For those who still want to experience effects similar to the entourage effect, but need to avoid THC, broad spectrum CBD extracts are the answer. Their reduced levels of THC make them safe for those avoiding THC for medical, personal, or legal reasons.
Broad spectrum CBD is created by processing full spectrum CBD in a way that preserves terpenes and other cannabinoids but removes almost all THC from the equation.
Three of our favorite broad spectrum CBD products are:
- CBD Gummies 30 count 750mg by CBDmd
- CBD Oil Lemon-Lime 500mg by Koi Naturals
- CBD Barista Blend 500mg by Weller
CBD isolate is, as the name implies, CBD that has been completely isolated from all other compounds. That means no terpenes, flavonoids, or THC. It's still possible to find trace amounts of other cannabinoids such as CBN or CBG but the amounts are so low that they are hardly detectible.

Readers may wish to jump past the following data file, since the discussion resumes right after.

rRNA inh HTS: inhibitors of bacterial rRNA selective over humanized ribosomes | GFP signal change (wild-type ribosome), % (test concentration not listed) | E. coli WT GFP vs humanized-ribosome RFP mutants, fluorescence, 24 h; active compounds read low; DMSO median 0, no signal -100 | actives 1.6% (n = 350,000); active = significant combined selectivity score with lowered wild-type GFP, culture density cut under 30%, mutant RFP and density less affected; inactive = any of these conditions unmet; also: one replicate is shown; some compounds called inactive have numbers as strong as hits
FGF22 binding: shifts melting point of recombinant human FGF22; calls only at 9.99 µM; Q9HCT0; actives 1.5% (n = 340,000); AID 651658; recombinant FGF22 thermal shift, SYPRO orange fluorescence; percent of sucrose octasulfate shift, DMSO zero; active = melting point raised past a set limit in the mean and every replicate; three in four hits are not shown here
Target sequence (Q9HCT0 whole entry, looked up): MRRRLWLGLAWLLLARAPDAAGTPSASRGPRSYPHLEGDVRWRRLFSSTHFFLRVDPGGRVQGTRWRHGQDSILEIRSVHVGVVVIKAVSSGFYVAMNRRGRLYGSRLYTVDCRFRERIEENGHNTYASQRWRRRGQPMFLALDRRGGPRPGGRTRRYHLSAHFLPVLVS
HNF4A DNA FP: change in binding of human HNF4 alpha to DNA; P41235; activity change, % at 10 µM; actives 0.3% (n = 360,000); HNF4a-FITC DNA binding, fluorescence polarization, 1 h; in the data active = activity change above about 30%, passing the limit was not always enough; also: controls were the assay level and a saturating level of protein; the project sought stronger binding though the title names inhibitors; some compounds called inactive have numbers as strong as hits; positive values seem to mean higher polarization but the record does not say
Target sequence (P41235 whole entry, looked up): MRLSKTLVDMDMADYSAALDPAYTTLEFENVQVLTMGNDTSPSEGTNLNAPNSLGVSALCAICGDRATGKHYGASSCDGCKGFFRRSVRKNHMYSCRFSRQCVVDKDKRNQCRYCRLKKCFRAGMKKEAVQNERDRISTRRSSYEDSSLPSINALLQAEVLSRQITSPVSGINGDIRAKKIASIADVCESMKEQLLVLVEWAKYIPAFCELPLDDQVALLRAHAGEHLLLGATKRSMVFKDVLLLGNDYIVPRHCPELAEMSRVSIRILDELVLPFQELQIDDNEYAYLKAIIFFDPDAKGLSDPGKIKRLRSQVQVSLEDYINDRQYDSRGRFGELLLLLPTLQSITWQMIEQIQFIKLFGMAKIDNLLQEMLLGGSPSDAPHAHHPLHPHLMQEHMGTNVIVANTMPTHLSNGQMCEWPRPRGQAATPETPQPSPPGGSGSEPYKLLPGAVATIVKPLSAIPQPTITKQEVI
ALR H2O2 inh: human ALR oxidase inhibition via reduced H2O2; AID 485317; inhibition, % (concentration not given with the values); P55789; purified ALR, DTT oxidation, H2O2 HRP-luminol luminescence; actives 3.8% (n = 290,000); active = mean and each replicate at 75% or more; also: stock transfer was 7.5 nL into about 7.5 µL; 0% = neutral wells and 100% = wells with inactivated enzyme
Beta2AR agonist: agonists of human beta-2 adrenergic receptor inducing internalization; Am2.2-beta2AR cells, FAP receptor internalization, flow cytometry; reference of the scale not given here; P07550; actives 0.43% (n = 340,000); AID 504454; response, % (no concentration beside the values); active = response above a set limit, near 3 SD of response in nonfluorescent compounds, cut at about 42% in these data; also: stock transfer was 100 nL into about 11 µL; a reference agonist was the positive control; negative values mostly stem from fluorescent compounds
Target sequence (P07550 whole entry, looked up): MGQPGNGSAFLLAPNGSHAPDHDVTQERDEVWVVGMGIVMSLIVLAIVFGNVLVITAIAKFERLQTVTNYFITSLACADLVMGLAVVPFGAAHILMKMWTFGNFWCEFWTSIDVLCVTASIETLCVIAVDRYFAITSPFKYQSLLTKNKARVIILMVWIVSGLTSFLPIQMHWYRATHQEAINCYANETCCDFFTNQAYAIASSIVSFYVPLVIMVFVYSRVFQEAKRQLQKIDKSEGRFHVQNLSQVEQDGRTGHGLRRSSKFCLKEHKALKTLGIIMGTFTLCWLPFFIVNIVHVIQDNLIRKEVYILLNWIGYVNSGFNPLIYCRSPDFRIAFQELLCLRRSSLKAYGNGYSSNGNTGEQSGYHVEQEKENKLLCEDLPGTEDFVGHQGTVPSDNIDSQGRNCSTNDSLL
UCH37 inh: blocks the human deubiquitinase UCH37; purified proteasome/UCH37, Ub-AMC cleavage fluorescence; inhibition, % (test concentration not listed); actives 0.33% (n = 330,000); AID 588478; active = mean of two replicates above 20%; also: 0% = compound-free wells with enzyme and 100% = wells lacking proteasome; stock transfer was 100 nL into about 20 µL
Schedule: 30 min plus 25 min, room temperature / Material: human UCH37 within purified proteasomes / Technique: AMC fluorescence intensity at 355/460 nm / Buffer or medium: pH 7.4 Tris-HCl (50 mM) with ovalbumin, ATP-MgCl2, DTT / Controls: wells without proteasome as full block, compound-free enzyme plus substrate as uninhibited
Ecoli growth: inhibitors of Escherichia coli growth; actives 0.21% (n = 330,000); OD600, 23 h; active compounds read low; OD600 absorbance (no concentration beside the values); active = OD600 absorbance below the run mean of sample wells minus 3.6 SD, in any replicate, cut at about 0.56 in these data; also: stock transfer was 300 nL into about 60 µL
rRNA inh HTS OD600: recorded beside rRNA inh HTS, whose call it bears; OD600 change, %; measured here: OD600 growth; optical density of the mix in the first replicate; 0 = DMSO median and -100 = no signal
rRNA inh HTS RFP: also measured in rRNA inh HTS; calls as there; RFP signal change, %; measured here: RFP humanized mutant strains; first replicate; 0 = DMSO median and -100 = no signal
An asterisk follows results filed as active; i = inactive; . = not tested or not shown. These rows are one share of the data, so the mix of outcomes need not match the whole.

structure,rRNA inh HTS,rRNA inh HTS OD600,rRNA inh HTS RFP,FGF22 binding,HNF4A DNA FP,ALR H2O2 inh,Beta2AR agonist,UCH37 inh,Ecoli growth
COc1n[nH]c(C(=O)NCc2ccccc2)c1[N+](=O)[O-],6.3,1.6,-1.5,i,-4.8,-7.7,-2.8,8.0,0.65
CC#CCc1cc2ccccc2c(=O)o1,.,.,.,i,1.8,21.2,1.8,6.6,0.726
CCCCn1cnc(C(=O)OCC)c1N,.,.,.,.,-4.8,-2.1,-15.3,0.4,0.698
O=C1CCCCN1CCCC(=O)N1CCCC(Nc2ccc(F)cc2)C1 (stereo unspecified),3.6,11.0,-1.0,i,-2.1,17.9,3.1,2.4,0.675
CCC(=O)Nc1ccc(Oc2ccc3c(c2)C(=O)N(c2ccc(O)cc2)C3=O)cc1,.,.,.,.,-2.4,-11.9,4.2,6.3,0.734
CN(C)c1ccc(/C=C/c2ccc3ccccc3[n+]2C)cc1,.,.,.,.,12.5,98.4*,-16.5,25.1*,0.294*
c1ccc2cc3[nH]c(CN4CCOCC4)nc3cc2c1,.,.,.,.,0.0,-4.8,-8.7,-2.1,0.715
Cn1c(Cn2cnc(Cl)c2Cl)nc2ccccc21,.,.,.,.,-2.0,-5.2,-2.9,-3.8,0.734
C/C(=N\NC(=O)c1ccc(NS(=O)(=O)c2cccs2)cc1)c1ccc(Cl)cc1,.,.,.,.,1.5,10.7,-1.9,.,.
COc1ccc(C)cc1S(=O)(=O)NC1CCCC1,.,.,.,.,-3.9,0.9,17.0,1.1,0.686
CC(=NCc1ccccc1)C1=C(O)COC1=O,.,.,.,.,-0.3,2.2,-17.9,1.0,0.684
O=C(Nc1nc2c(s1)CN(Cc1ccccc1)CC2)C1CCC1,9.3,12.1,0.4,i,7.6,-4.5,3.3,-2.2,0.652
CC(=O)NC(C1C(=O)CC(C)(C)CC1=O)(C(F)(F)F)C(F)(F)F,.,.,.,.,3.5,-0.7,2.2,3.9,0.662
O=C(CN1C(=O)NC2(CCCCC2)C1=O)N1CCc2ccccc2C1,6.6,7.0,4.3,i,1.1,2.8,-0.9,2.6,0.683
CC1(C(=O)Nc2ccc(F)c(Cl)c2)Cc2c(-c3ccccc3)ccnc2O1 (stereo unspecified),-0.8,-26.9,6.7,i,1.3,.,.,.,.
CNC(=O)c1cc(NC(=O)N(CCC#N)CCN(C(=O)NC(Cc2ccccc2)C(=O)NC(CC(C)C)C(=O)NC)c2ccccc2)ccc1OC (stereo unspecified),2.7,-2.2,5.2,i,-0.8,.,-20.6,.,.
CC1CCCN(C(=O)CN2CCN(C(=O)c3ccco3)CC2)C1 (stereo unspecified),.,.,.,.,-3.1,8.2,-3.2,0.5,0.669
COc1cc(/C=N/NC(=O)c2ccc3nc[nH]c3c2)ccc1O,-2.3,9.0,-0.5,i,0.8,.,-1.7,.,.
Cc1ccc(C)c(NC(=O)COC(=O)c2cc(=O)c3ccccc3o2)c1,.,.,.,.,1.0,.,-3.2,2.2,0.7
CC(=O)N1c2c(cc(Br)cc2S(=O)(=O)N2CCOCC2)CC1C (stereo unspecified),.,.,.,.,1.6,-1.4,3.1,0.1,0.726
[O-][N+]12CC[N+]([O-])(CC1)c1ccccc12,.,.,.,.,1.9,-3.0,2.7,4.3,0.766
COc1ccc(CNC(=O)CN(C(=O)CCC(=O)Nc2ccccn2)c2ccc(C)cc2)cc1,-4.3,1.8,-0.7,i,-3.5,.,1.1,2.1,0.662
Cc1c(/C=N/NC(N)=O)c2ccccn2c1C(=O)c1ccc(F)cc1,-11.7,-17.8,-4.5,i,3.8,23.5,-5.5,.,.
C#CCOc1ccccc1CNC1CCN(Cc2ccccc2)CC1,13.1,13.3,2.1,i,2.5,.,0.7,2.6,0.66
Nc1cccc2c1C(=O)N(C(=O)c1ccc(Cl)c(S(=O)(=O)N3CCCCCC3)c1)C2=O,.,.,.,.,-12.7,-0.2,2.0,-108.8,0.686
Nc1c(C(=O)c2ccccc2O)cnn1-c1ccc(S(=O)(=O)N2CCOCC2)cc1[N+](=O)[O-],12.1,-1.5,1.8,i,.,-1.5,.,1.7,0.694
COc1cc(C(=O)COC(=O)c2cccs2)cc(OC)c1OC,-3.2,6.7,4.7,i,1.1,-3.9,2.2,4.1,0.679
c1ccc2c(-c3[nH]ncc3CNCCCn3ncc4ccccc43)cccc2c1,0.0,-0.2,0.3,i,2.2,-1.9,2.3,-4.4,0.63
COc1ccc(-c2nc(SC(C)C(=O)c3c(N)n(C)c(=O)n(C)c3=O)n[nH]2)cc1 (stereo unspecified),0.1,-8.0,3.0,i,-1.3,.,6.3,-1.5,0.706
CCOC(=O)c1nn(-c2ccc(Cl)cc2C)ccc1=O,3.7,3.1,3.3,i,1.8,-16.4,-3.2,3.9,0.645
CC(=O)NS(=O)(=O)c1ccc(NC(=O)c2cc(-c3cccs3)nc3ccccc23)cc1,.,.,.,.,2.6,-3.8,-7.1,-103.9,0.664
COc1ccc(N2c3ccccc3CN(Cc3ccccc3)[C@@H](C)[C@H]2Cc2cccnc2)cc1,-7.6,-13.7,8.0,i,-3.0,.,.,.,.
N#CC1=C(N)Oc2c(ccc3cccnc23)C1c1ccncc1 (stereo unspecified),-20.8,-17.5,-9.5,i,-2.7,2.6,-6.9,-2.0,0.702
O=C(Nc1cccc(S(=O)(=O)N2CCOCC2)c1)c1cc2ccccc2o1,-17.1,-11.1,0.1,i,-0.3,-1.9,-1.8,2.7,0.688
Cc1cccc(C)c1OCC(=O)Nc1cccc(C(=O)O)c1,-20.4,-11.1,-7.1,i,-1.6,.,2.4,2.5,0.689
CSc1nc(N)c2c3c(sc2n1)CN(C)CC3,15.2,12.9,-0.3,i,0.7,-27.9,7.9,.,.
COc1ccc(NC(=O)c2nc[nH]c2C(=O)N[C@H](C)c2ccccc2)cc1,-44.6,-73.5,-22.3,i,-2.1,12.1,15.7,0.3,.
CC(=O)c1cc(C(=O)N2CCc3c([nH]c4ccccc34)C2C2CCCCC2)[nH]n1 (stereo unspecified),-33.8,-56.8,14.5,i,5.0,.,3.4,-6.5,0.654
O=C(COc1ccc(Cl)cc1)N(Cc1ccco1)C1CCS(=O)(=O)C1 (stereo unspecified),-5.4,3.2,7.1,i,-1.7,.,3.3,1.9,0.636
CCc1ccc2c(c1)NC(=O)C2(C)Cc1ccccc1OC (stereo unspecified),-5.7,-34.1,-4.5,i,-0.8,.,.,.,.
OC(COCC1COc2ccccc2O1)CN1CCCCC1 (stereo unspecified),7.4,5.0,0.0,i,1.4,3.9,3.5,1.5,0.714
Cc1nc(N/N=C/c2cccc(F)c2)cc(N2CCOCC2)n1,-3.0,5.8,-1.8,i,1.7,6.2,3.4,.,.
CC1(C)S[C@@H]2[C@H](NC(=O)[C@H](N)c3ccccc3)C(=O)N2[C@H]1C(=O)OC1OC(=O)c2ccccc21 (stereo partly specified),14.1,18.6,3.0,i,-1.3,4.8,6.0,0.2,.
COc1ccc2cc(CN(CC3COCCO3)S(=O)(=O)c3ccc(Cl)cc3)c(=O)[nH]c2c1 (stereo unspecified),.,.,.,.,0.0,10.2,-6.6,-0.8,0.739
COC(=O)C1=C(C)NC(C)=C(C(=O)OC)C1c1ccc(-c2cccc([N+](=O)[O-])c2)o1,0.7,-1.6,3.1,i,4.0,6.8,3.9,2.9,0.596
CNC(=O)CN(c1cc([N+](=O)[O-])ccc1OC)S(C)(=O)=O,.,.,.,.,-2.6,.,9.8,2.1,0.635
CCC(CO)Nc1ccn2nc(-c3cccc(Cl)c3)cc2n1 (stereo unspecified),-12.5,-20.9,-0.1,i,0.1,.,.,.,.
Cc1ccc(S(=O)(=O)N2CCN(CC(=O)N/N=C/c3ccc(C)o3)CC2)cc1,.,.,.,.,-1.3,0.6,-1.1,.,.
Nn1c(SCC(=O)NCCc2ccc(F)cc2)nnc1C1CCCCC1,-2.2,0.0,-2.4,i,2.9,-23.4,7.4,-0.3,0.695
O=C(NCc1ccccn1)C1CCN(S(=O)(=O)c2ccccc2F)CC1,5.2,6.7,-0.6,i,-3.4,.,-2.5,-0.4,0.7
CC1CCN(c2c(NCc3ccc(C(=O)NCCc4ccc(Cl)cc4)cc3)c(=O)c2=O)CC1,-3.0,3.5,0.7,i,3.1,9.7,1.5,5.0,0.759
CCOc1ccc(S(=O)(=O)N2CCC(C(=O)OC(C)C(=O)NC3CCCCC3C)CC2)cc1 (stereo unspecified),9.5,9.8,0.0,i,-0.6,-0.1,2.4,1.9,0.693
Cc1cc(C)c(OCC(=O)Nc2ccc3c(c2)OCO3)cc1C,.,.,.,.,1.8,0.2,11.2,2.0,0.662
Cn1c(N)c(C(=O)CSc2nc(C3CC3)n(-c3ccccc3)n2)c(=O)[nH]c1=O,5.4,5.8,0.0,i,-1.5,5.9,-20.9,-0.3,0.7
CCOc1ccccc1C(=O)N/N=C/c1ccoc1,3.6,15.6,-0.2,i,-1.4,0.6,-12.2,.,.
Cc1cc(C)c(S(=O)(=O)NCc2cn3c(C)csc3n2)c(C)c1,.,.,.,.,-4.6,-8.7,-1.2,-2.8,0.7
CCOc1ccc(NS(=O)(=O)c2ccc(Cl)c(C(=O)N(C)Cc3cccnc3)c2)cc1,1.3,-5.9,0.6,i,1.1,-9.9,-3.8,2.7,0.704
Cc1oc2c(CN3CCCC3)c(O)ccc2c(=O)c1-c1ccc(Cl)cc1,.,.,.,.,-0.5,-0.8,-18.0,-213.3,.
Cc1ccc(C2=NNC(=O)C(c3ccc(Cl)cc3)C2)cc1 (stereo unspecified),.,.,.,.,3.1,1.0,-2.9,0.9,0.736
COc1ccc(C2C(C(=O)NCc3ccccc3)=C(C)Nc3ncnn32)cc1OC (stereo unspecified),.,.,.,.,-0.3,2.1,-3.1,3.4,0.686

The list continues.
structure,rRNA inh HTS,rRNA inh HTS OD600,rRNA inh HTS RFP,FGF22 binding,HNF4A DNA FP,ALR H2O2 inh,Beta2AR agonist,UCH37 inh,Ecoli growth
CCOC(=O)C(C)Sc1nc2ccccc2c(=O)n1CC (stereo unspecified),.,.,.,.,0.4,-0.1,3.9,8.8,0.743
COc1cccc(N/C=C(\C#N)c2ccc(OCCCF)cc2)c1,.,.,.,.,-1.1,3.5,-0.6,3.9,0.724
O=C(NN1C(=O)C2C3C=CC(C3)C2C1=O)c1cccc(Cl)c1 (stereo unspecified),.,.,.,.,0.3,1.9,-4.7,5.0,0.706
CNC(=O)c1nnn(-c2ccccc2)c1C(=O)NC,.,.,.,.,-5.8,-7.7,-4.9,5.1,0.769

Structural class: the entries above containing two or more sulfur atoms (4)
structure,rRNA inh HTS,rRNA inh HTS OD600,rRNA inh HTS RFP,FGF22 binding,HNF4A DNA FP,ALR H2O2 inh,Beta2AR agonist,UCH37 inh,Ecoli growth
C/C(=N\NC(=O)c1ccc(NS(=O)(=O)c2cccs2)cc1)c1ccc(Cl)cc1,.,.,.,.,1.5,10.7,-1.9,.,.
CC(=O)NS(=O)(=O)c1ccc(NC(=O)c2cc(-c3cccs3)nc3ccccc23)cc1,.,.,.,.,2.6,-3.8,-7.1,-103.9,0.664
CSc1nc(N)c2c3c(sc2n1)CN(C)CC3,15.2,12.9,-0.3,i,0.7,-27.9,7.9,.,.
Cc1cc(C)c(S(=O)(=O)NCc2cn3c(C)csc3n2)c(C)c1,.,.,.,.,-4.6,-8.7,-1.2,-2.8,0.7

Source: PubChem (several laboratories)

The benefit of CBD isolate products is clear—with no other compounds or cannabinoids present, consumers experience nothing but pure CBD and the effects it provides. It’s especially useful for anyone with a sensitivity to any other cannabinoids, or for those who want to be sure there are negligible levels of THC in what they’re taking.
Some may also be intolerant of or allergic to certain terpenes or flavonoids. For those looking to completely avoid THC, CBD isolate products are the best choice.
Three of our favorite CBD Isolate products are:
- MedOil CBD Tincture 500mg by Medterra
- CBD Capsules Be Calm 450mg by Plant People
- Hemp Derived CBD Muscle Rub 250mg by Social CBD
Whole Plant vs. Single Compound
There’s much debate about whether whole-plant extracts or single compound extracts function more effectively in the body. Turmeric, for example, contains curcumin, which is known for its highly anti-inflammatory properties. Although many people consider curcumin to be the only compound in turmeric responsible for pain and inflammation relief, there are many other people that believe that having the whole plant provides the body with the most benefits.